President Trump is proposing a path to citizenship for an estimated 1.8 million young undocumented immigrants in exchange for hard-line steps to increase border security and curb legal immigration, a trade-off swiftly opposed by key Democrats.
Trump's support for "dreamers" who have been in the country illegally since they were children represents a significant concession to Democrats and was intended as a compromise to help break the impasse over immigration in Congress, White House aides said Thursday.
The plan offers a citizenship path to more than twice as many dreamers as were enrolled in a deferred action program Trump terminated in September, a move that is likely to engender fierce blowback among some conservatives, especially in the House.
But in a sign of how fraught the prospects for an immigration deal remain, the proposal was met with disdain from House Minority Leader Nancy Pelosi (D-Calif.), as well as members of the Congressional Hispanic Caucus.
In addition to the citizenship path that would take up to 12 years, the White House framework includes a $25 billion "trust fund" for a border wall and additional security upgrades on the southwestern and northern U.S. borders. And the president is proposing terminating the ability of U.S. citizens to petition for permanent legal residency "green cards" for parents and siblings, limiting the family visas to spouses and minor children.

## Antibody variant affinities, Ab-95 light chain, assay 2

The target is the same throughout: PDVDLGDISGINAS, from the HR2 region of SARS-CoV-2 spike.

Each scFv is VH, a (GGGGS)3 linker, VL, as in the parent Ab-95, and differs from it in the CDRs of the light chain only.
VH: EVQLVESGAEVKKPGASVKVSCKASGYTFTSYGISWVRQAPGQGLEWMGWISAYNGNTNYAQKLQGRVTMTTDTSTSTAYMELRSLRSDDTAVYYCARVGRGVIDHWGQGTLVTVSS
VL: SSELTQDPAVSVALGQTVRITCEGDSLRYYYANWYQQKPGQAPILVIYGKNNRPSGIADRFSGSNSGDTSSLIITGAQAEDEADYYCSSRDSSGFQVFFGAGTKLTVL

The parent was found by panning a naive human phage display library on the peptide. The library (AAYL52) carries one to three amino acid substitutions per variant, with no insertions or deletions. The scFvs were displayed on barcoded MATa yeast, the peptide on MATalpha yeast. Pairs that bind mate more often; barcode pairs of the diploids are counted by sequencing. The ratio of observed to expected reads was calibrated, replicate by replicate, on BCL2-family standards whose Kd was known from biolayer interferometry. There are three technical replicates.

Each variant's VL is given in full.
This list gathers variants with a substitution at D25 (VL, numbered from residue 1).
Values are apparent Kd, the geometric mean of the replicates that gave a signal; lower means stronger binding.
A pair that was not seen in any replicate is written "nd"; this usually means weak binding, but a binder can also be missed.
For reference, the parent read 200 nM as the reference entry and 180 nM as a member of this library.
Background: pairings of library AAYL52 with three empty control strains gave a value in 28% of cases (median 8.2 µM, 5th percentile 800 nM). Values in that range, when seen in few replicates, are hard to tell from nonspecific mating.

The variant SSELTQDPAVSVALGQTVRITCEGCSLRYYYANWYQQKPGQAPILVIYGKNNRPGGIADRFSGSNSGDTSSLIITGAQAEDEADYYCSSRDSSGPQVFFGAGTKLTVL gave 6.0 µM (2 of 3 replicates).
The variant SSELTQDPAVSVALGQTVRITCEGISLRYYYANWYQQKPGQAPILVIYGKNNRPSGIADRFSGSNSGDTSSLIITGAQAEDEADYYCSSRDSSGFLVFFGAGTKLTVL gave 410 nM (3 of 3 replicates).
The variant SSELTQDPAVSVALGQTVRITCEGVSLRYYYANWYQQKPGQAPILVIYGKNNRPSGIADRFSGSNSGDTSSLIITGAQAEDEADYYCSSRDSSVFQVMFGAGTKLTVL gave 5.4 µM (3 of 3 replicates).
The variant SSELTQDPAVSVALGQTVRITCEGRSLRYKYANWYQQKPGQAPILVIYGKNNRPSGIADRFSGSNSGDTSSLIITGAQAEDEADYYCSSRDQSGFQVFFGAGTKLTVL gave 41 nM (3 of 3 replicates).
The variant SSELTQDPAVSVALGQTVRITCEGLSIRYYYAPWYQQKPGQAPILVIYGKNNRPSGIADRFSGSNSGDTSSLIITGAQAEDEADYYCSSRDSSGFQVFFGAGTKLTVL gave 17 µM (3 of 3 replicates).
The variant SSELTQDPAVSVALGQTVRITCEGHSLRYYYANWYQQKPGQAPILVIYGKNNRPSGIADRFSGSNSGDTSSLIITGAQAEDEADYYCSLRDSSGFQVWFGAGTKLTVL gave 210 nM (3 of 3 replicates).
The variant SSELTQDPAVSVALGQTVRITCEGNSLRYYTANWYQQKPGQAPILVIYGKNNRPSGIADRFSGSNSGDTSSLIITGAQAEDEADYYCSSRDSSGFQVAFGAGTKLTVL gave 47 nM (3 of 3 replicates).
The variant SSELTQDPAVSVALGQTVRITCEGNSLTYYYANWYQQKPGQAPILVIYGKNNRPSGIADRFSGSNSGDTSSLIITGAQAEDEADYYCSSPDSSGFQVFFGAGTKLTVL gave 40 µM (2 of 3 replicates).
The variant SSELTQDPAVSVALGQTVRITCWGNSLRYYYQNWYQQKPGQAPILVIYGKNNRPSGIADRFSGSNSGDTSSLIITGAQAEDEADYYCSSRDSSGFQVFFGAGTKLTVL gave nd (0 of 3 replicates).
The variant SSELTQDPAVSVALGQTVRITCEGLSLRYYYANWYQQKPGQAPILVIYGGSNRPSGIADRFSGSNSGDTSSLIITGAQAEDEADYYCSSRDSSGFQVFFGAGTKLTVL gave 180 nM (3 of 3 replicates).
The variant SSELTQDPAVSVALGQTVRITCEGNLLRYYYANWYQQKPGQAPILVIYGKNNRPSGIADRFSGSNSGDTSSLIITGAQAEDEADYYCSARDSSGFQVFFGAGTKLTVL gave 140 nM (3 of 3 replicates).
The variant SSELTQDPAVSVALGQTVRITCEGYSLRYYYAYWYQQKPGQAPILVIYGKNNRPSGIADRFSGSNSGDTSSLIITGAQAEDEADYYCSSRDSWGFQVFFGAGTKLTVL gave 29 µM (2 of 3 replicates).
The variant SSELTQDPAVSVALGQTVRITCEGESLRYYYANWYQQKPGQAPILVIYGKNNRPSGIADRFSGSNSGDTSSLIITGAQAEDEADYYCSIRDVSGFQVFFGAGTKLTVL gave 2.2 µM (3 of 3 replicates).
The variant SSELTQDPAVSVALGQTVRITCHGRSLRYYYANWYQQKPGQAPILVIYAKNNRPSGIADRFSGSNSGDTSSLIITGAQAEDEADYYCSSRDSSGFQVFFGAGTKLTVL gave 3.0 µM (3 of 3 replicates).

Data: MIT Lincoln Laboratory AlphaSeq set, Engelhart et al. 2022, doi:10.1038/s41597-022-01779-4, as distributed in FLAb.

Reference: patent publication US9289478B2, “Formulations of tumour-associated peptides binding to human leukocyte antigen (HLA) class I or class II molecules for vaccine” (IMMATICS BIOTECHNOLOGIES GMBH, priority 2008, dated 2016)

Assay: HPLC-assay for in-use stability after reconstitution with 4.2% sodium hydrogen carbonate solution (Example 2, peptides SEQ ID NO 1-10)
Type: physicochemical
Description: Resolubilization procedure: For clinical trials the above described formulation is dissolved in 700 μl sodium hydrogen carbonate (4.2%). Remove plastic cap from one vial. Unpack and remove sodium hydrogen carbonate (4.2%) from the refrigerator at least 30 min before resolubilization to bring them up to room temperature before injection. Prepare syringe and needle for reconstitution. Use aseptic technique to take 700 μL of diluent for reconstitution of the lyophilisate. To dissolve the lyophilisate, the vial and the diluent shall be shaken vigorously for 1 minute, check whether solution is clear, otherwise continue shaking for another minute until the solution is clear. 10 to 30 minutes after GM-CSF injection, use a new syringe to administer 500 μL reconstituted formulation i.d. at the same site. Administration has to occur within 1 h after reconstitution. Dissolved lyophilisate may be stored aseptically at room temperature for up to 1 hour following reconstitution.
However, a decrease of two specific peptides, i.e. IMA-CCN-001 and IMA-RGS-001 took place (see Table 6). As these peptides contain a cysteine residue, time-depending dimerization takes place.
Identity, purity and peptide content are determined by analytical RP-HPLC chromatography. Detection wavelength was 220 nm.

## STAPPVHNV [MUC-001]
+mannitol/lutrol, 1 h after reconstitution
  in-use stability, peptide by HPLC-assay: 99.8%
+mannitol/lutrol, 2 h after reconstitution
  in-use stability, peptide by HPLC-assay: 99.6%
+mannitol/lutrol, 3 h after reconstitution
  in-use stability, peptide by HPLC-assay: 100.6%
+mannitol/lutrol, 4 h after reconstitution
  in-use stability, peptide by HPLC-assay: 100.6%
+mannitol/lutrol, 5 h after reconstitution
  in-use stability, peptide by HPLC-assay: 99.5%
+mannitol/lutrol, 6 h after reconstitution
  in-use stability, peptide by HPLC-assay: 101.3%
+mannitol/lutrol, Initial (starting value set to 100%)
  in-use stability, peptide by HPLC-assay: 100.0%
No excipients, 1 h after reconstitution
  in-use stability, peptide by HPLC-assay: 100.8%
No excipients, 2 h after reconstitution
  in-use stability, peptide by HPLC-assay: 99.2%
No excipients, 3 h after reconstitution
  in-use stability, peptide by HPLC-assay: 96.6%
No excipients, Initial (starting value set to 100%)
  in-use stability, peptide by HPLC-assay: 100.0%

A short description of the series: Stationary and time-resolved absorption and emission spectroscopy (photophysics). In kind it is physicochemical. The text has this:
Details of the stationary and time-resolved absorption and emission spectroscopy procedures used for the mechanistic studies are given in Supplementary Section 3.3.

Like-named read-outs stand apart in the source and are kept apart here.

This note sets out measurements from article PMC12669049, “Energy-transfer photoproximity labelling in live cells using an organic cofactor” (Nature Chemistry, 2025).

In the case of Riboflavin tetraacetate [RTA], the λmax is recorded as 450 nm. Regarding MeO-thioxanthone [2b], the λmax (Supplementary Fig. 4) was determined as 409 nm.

Drew Hammill, a spokesman for Pelosi, called the deal a "ransom" in pursuit of an "anti-immigrant wish list."
Rep. Luis V. Gutiérrez (D-Ill.), one of the most outspoken immigrant advocates on Capitol Hill, said the plan "doesn't pass the laugh test."
"It would be far cheaper to erect a 50-foot concrete statue of a middle finger and point it towards Latin America," he said, "because both a wall and the statue would be equally offensive and equally ineffective, and both would express Trump's deeply held suspicion of Latinos."
On the other side, top Republicans, including Senate Majority Leader Mitch McConnell (R-Ky.) and House Speaker Paul D. Ryan (R-Wis.), praised the plan as a constructive step forward, and some Senate hard-liners who have consulted closely with the White House sought to help build support.
"The president's framework is generous and humane, while also being responsible," said Sen. Tom Cotton (R-Ark.), an immigration hawk who has been in frequent contact with Trump.